One of my happiest moments recently, was when I returned home from work on the night of Tuesday, December 7, 2010, and my wife pointed to me an article written on my most favorite African, and Nigerian, writer., Prof. Wole Soyinka. Actually, I have two favorite Nigerian writers. The other is Prof. Chinua Achebe, who also happens to have taught me African Literature at the City College of New York of the City University of New York (CCNY of CUNY). The article in question was titled “ ‘I Was Dashed a Doctorate,’ Says Wole Soyinka.” What enthused me about the same was two-fold. First was the fact that my wife delightfully appeared to be finally catching up with subjects of my interest, as far as African affairs were concerned. I must also promptly add that the article appeared in a newspaper called African Abroad-USA. I have been familiar with the latter since about 2001, having also written a remarkable number of columns and book reviews for the same, until the rudeness of its editor-publisher compelled me to advise him never to carry my writings in his paper ever again. And the reason was simply that, as had been the case with the editors and publishers of most of the Nigerian papers that I have written for in the past, my not aggressively demanding to be paid had often and routinely been cavalierly chalked down as conveniently tantamount to virtual irrelevance, and thus the capricious decision by almost every one of these editors and publishers to publish as and when, as well as wherever in their newspapers, they deemed meed, or appropriate, to run my stuff, more often than not badly and rather unprofessionally “editing” them. Actually, presumptuously and imperiously “mis-editing” my articles best captures this whole exercise in willful and downright stolid enterprise. Anyway, the Soyinka article, competently authored by a Mr. Rudolf Ogoo Okonkwo, readily reminded me of a book titled “Death and Pain in Rawlings’ Ghana,” written by Mr. Mike Adjei, a quite remarkable and notable journalist and a good friend of my late father’s from their University of Ghana days in the 1960s. In that book the author, who briefly sojourned in Nigeria as a political asylee, or perhaps even a refugee, emphatically and sneeringly highlights the fact of Nigerians being ranked among the most “title-craving” people around the globe. Almost every Nigerian male human who can boast of gonads between his thighs also wants his name to be publicly prefixed with “Chief.” In sum, personal modesty may be direly and stereotypically in short supply among Ghana’s at once closest allies and rivals in the West African sub-region. Anyway, judging by the at once bold and unapologetic title of Mr. Okonkwo’s article, it was unmistakably clear that Prof. Soyinka craved absolutely no part of such titular obsession. Still the celebrated Nobel Literature Prize laureate, perhaps, need not have issued such a disclaimer, to begin with; and then so superfluously and dramatically to boot. Then again, being himself a dramatist of the foremost order, perhaps Prof. Soyinka could not help but simply “flaunt” his no-nonsense self and let the proverbial chips fall wherever they so desired. And after all, is not a doctoral degree, in just about any discipline, far more readily accessible to the avid seeker than a Nobel laurel and/or garland? By the way, I am fond of telling this story to anybody who would listen; and it is simply the fact that long before I could even spell and pronounce the word “uncle,” I proudly predicted that if ever the globally coveted Swedish Academy’s literary imprimatur were to be proffered any African, that artist of genius would be none other than the man that English and Literature students at the University of Ghana had nicknamed the “African Shakespeare.” And true to both form and substance, like the patriarchal Bard of Avon, this equally prolific and versatile Bard of Abeokuta routinely signs off his initials as “W. S.” And here must also be promptly observed the fact that there was, indeed, a “Mr. Kolawole Soyinka” quite awhile before there auspiciously emerged from the magical ashes of the proverbial phoenix, a Mr. Wole Soyinka. Anyway, when he recently quipped before a large audience, composed of members of the Nigerian Lawyers Association, at New York City’s Crowne Plaza Hotel, that he assuredly was a DD, “Doctoral Dropout” (an exuberant Soyinka enthusiast had misinterpreted it to mean “Doctor of Divinity”), the irrepressibly forthright Bard of Abeokuta could not have understated matters more. The fact of the matter is that when you are called Mr. Wole Soyinka, your cultural and institutional heft could never be over-extended. Besides, the price of diligently-acquired fame and fortune inextricably involves having status-enhancing myths routinely woven about one’s inimitably heroic achievements. Anyway, on her fortieth-birthday anniversary recently, my wife decided to take our family, joined by my elder sister and my two scholarly and connoisseur nieces, out to the giant neighborhood restaurant for a sumptuous dinner. And boy was the food “bonbonicious.” I even decided to carry home some leftovers, something I rarely do. Still, I feel the urge to readily confess, in retrospect, that absolutely no post-prandial prattle bests a meaty journalistic chunk on Soyinka. And the fact that such juicy “Soyinkaese” (pronounced “Shoinkese”) was passed up to me by my wife, a hitherto non-academic-oriented person, makes such repast all the more delicious. Then again, whoever said that academic bugs weren’t that infectious, once you decided to truck with them?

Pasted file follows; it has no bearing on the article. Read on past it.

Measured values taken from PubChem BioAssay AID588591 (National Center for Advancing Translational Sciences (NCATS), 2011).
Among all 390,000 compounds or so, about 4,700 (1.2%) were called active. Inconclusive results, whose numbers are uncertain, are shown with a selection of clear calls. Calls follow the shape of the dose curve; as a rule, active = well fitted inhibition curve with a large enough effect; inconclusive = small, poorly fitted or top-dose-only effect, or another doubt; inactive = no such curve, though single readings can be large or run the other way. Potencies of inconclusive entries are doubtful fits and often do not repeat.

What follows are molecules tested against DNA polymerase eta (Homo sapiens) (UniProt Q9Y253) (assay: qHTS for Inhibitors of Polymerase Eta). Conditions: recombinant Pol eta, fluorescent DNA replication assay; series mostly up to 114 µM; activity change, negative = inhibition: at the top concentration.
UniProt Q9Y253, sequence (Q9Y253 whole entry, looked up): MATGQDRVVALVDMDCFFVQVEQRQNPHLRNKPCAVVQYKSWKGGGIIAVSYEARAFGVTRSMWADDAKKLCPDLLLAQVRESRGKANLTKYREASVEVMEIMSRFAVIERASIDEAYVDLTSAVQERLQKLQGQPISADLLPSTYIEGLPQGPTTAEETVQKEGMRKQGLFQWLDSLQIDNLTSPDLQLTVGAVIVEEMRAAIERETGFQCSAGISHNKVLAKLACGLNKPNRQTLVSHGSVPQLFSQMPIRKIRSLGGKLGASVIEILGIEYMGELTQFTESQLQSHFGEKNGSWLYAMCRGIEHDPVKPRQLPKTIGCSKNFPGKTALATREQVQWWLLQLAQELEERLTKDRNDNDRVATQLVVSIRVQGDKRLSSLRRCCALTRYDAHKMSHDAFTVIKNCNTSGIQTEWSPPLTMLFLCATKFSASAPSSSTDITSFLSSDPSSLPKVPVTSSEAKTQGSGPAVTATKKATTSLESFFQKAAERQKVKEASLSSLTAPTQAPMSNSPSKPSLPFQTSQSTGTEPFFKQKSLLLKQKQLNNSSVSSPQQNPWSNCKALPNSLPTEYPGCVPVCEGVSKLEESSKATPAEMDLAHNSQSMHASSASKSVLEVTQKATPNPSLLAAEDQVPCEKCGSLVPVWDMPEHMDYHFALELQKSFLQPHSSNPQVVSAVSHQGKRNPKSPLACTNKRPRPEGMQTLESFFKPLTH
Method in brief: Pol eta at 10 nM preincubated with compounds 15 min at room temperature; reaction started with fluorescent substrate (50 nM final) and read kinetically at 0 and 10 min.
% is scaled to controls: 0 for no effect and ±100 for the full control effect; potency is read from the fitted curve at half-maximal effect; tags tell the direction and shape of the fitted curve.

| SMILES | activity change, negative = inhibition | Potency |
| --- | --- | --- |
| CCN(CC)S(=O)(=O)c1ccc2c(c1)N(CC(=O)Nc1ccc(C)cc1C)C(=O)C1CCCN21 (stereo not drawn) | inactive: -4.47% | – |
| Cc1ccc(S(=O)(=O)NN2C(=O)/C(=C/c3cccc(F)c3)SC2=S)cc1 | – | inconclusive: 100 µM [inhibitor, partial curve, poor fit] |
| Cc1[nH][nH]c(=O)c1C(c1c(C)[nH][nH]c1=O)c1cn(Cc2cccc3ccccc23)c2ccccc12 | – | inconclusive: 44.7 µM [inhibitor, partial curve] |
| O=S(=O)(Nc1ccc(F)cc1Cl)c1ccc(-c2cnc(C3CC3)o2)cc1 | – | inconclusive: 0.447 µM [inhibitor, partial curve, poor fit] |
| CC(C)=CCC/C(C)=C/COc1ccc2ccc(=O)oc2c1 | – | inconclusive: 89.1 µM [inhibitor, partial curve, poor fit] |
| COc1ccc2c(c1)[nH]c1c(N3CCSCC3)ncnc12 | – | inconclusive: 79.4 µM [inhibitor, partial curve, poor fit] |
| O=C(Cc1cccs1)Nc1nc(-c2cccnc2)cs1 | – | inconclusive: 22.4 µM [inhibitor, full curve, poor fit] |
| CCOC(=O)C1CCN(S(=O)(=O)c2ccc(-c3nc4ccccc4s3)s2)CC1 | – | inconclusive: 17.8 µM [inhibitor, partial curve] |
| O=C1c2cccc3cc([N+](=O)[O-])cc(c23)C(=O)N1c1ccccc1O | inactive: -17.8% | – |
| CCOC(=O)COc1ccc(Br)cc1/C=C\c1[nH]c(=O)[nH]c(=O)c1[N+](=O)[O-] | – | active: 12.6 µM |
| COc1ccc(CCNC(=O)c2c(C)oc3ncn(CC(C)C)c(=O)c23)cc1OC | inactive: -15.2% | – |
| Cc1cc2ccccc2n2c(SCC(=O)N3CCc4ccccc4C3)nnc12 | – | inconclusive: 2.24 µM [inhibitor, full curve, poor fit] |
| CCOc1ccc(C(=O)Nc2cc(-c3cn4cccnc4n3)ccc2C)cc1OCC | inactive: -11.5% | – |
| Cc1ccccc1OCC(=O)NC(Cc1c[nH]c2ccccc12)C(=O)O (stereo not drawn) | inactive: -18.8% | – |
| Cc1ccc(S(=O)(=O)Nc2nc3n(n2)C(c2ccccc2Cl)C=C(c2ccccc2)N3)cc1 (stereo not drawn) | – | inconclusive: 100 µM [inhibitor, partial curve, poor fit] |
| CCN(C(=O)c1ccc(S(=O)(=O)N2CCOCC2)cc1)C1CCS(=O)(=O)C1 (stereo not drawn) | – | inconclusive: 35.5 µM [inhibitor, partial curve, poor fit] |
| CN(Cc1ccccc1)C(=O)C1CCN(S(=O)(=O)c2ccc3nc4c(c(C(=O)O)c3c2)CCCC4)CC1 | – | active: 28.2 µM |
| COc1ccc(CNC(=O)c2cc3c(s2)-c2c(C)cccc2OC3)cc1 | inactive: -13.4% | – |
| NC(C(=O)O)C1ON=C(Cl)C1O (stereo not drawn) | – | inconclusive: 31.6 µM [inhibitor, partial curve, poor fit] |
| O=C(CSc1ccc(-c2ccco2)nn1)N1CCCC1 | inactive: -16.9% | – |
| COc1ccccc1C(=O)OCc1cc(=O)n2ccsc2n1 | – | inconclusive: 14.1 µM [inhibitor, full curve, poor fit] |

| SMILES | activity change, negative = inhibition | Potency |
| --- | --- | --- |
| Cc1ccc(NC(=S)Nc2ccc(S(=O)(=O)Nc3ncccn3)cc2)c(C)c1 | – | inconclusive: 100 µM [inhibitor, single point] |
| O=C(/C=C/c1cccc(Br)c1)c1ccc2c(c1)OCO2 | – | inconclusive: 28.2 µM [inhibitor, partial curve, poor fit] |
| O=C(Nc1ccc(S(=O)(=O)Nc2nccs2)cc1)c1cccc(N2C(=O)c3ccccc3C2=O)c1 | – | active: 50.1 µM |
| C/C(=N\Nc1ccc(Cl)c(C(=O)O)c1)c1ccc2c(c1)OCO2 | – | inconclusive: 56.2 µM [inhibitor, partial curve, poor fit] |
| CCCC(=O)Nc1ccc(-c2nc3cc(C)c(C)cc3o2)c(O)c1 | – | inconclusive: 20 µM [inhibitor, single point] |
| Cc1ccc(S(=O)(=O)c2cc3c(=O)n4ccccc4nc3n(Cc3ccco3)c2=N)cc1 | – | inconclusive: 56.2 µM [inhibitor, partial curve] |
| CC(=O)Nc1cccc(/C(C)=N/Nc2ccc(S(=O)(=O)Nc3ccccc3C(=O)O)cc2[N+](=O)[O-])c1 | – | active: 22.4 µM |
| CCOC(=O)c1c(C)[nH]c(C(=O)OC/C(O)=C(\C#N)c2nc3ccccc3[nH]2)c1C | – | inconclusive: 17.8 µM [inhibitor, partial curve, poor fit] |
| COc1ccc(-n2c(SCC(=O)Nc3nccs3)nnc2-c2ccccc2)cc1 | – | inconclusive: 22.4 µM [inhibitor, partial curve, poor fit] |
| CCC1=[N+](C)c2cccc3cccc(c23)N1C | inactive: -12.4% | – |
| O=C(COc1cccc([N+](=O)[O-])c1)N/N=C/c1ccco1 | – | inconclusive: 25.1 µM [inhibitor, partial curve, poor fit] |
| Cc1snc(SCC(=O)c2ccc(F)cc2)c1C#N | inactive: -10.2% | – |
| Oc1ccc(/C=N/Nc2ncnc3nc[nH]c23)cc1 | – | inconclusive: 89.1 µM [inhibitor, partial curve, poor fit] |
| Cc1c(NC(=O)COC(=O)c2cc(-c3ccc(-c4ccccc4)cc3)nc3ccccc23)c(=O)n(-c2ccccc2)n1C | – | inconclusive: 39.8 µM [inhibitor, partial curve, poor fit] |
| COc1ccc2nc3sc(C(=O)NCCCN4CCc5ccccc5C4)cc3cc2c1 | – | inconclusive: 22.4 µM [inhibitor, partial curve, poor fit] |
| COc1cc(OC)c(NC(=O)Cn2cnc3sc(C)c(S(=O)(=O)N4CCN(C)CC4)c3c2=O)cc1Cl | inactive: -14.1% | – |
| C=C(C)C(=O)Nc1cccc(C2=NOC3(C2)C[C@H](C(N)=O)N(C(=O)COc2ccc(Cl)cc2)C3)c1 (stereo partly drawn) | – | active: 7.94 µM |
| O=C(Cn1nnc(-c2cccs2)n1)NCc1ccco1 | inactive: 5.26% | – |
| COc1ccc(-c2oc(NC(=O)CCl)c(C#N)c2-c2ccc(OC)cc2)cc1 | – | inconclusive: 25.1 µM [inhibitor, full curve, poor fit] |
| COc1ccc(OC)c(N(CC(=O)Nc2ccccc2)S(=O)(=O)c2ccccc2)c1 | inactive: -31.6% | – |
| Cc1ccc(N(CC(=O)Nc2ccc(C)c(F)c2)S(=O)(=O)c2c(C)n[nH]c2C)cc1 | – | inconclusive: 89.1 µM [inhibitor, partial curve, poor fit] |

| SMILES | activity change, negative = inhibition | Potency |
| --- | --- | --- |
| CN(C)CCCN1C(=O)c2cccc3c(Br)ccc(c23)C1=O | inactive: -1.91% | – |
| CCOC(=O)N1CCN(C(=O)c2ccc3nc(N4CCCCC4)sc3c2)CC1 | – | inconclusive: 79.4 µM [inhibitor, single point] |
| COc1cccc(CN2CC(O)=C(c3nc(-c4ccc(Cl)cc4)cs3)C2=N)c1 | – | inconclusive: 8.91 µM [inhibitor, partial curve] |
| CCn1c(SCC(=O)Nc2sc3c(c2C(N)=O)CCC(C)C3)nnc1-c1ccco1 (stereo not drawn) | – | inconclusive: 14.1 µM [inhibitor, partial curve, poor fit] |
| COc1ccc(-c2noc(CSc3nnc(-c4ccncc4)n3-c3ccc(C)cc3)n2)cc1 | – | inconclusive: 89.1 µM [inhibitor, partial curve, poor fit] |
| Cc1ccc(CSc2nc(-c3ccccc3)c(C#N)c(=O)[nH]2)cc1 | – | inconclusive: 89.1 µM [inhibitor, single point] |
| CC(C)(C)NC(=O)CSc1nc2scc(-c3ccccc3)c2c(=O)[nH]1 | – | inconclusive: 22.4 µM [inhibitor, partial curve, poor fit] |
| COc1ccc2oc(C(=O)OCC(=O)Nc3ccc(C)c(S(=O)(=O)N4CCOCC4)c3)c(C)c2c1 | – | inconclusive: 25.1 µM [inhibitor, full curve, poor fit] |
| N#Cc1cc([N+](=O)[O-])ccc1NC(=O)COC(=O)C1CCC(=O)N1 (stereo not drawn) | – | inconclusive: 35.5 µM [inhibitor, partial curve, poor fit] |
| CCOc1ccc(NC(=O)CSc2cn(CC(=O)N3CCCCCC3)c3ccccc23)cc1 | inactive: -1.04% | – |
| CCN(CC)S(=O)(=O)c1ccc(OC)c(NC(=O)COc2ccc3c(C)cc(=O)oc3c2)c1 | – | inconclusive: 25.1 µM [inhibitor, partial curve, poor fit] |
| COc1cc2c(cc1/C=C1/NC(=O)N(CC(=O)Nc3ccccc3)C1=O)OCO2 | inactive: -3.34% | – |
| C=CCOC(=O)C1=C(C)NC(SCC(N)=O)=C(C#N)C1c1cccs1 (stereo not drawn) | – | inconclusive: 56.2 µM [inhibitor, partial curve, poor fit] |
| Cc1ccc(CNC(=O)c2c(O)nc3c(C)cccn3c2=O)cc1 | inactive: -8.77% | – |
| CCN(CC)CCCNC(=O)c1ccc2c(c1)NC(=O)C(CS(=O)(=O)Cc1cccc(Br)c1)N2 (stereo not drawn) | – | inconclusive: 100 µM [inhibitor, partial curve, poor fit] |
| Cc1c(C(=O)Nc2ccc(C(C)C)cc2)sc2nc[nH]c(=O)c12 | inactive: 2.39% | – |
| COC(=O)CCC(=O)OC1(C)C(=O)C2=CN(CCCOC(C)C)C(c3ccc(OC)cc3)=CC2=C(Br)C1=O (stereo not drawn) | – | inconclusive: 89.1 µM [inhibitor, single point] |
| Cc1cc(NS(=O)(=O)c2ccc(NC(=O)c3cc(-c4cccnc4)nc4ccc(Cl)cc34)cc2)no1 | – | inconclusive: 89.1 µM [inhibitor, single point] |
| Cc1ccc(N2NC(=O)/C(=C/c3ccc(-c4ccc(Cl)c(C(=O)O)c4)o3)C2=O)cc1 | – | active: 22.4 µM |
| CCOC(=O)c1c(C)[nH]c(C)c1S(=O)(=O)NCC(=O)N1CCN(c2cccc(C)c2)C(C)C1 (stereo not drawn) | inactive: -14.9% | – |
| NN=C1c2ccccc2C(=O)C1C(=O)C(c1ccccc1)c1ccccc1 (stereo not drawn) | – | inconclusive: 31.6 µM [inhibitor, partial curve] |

Source: Kwame Okoampa-Ahoofe, Jr., Ph.D.
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